According to a new study, over 40 percent of people have no idea how much money their partner makes. The study, done by Fidelity, looked at 1,051 couples, so over 2,000 individuals, over the age of 25 aiming to look at couple's retirement planning. Forty-three percent didn't know how much their partner makes and, when asked to take a guess, 10 percent missed the mark by over $25,000. Yikes. That's a pretty big miss. This is especially surprising considering 72 percent of respondents said that they communicated "exceptionally" or "very well."
So how can people feel they communicate so well and be so wrong? Well, it may not actually be that they're deluding themselves. According to Yahoo Finance: "One of the lasting impacts of the recession has been a changing employment landscape, which has left many families with irregular incomes. More employers are leaning on contract or freelance work and by the year 2020, independent contractors are expected to make up 40 percent of the U.S. workforce." But is that enough of an explanation? Should we write it off to changing in employment? According to John Sweeney, Executive VP of Retirement and Investing Strategies for Fidelity, the change in employment should actually come with more clarity. He told Yahoo Finance, "When your compensation becomes more variable, it's even more important to have budgets established and make sure you're in line with how much you’re spending." I think that a little bit of mystery around money can be a good thing, it can be, because being in the dark could mean a lot of financial independence in the couple, which is healthy in a relationship. But it could also mean that one person is in the dark because they are completely dependent on their partner, which is not healthy and can contribute to infidelity. So a lot is dependent on where the mystery is coming from.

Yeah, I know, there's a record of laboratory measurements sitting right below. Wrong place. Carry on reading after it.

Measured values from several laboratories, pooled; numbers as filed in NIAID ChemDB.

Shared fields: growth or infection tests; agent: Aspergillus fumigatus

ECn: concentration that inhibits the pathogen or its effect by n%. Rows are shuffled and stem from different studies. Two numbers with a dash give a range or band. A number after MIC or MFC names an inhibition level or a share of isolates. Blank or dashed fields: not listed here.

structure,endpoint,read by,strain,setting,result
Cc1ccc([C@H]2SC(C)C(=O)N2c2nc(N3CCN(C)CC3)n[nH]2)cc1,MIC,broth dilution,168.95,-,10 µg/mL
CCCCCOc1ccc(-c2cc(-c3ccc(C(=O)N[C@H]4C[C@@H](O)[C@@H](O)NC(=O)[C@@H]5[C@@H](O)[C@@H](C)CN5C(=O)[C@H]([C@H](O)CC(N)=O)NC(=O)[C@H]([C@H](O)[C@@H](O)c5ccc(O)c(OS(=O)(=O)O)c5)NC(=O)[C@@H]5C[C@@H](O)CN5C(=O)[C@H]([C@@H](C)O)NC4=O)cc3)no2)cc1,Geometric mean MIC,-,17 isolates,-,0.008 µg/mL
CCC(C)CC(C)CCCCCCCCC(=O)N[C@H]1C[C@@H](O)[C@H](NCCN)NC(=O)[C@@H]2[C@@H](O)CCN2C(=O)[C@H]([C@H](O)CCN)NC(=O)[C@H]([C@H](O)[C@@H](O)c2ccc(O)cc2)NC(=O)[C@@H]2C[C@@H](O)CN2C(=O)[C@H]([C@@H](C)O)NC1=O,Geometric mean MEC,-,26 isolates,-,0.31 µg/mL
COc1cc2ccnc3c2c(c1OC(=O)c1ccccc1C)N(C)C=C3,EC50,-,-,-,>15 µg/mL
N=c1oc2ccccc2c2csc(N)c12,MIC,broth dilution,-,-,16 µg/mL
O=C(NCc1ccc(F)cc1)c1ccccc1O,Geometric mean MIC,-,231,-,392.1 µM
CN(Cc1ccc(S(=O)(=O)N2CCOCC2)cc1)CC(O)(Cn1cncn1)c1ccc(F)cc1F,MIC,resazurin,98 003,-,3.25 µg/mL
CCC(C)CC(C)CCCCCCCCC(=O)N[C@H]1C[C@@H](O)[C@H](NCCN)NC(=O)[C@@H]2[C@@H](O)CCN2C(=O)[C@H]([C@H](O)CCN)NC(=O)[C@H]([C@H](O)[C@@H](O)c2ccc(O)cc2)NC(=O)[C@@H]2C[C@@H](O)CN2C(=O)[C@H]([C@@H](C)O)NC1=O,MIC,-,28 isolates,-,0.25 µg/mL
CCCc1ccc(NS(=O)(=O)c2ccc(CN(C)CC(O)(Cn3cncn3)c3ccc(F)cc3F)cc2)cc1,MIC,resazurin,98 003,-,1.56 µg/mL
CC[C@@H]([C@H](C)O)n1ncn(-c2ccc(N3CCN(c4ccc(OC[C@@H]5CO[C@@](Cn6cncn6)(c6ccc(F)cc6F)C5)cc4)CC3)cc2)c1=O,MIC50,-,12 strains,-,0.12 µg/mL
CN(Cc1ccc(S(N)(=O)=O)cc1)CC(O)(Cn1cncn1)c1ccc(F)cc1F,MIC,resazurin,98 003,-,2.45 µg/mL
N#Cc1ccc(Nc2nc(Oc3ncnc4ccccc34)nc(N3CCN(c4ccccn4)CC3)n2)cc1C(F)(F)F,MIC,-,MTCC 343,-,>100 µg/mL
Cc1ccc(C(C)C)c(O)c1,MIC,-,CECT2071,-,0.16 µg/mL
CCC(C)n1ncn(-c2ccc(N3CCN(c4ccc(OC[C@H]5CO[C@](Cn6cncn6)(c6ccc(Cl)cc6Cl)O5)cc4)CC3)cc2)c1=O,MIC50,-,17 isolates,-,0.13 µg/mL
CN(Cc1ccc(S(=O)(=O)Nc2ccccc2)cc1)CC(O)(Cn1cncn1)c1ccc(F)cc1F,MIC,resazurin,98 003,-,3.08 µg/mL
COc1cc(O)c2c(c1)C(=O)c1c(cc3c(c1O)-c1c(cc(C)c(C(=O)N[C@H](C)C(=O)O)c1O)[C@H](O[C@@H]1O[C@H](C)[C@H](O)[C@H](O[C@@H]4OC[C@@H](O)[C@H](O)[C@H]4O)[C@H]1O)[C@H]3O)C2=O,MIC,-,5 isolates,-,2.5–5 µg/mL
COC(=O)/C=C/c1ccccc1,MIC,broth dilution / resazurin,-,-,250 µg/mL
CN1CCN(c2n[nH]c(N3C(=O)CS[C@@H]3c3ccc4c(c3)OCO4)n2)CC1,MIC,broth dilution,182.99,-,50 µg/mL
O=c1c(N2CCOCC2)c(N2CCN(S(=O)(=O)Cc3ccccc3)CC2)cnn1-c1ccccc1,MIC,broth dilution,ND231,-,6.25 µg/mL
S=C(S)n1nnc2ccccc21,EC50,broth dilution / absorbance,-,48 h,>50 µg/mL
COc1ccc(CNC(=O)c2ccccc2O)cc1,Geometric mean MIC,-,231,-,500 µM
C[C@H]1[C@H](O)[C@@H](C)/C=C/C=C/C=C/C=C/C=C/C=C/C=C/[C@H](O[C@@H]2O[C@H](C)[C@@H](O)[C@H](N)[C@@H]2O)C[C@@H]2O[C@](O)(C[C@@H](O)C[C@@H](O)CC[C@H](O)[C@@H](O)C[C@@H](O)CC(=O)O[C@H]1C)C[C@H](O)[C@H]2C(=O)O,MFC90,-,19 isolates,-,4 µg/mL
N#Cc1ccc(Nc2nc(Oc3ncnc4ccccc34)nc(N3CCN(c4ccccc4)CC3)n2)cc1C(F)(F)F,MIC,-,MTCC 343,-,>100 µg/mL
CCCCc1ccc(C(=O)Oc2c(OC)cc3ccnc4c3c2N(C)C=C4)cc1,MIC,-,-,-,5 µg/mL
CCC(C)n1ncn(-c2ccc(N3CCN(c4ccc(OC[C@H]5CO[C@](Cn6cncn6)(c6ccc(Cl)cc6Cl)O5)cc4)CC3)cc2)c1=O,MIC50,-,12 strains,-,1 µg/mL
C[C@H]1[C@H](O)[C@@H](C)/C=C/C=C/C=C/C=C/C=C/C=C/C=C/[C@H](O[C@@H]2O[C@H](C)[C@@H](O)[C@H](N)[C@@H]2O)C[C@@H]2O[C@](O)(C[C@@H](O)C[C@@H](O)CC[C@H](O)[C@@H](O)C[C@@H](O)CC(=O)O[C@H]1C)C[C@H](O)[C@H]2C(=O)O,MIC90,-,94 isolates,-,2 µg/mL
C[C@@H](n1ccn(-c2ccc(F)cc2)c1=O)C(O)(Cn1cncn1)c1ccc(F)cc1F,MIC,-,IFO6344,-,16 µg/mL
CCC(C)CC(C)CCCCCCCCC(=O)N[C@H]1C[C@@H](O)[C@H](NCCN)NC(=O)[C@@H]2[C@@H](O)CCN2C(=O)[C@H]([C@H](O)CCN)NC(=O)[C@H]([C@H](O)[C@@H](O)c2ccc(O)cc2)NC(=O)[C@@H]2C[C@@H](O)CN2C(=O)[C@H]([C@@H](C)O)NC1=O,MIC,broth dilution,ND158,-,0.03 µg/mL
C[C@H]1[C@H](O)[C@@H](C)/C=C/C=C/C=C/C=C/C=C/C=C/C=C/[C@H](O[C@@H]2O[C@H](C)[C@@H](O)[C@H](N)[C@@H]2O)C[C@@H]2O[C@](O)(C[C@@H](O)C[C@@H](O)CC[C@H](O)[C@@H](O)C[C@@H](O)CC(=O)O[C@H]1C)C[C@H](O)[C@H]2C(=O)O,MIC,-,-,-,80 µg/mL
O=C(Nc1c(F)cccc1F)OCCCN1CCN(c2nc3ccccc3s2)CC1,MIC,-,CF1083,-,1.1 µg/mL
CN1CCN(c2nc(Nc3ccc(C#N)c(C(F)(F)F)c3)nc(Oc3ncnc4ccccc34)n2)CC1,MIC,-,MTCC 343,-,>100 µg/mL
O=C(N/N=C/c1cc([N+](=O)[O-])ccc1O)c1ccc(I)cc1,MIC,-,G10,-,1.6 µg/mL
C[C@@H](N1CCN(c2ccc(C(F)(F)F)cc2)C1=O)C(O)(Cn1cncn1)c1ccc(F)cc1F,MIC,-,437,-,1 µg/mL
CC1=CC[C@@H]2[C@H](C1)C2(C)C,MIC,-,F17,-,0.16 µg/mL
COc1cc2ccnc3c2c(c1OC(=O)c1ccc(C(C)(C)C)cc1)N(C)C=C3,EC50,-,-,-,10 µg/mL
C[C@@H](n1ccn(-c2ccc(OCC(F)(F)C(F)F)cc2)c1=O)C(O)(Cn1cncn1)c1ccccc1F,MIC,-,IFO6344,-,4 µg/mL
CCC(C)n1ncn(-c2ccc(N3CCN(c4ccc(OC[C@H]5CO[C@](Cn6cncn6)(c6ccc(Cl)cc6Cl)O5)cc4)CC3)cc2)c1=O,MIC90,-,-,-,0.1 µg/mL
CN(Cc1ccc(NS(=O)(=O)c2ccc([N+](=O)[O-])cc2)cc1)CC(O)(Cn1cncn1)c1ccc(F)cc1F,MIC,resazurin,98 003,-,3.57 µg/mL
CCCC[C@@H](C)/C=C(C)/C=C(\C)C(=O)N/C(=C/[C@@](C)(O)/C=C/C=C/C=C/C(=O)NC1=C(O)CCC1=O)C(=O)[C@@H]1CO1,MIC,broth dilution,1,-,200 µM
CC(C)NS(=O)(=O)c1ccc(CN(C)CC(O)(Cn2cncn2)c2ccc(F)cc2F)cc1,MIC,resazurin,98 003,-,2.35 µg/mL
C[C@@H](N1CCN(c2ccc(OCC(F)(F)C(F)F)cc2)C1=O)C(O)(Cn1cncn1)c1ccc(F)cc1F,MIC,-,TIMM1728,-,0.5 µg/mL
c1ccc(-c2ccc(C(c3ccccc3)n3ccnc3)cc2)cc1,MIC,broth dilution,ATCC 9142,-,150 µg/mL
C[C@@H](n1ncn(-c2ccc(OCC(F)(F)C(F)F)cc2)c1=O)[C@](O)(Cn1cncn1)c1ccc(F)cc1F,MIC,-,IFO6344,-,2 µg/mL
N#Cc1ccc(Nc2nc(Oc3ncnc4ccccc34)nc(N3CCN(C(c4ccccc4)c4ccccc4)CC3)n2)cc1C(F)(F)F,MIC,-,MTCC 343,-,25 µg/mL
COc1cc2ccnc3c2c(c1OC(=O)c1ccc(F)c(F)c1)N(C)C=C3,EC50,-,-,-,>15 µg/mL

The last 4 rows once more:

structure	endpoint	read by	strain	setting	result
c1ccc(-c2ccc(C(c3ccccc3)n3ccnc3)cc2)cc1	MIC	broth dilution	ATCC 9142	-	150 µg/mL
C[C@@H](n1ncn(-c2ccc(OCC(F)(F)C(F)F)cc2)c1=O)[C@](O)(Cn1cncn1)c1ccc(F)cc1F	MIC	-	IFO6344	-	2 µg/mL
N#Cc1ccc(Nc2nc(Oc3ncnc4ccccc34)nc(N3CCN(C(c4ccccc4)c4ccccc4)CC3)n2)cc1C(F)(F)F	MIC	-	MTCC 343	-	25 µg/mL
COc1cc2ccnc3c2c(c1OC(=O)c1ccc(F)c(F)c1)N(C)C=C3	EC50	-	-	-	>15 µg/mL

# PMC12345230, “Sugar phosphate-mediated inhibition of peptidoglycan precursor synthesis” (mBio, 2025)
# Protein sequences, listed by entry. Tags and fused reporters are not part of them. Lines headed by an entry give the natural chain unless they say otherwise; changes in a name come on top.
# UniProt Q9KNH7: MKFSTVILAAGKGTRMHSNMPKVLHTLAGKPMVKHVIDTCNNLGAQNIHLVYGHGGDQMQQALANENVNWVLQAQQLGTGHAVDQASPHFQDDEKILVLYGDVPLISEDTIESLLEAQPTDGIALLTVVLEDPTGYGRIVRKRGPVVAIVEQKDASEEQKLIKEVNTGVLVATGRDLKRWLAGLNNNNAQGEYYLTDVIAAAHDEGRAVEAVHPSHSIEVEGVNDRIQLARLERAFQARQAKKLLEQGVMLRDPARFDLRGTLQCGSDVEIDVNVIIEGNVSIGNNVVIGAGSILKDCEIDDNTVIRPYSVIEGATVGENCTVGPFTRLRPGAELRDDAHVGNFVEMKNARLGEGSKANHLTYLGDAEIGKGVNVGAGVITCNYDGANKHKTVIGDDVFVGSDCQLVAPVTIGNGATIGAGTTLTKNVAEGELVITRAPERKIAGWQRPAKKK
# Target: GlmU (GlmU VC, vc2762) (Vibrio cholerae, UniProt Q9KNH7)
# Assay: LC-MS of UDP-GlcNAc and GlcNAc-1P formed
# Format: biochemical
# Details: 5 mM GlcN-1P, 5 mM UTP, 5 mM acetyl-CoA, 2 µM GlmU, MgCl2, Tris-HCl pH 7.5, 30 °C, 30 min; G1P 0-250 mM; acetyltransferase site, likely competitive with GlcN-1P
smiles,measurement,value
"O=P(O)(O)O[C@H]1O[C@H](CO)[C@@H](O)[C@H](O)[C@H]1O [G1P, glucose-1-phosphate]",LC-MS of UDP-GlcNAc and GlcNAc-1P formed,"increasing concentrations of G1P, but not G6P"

Here are things it's completely OK to keep to yourself:
I am all for sharing, but sometimes you just don't want to share a dessert. Okay, what I'm saying is I never want to share a dessert. I want my own effing dessert. IS THAT A CRIME? This also applies to snacks I have stowed away in my purse/desk/couch cushion/behind toilet. I just... I just need a lot of snacks. For me.
2. Your Favorite Hobby
OK, maybe you met and bonded over your shared love of kayaking, in which case kayak together til your heart's content. It's probably important that you do, because there are like seven people out there that like kayaking. But if you come into relationships with different hobbies it's OK, and healthy, to keep it that way. One of my friends had a boyfriend who insisted he start running with her (she had done loads of marathons and he had never jogged before) and it caused nothing but tension and fights when he did, plus it encroached on some very important alone time. Do some things together — some things, but not all of the things.
3. Your Favorite TV Show
Again, binge watching TV is a great thing to do on a cozy Saturday night in with your partner. But you don't need to hold out to watch every TV show together. It's okay to like some different things, and it's also OK not to wait the three weeks until she's ready and in the mood to catch up with your shows when you want to watch them now because... because you understand happiness. It doesn't have to be a team sport.
4. Your Best Friend
It's necessary for your friends and significant other get on, but that doesn't mean they need to be besties. When I'm dating someone it's very important my friends like them (I nearly hyperventilated before one guy had dinner with a couple of my friends because I so nervous about them getting along, even though he worked with one of them and I knew they were friendly). But it's not important that they're around each other all the time. That time with your close friends is still really important, and if you feel your significant other encroaching on that, it may be time to take a breather.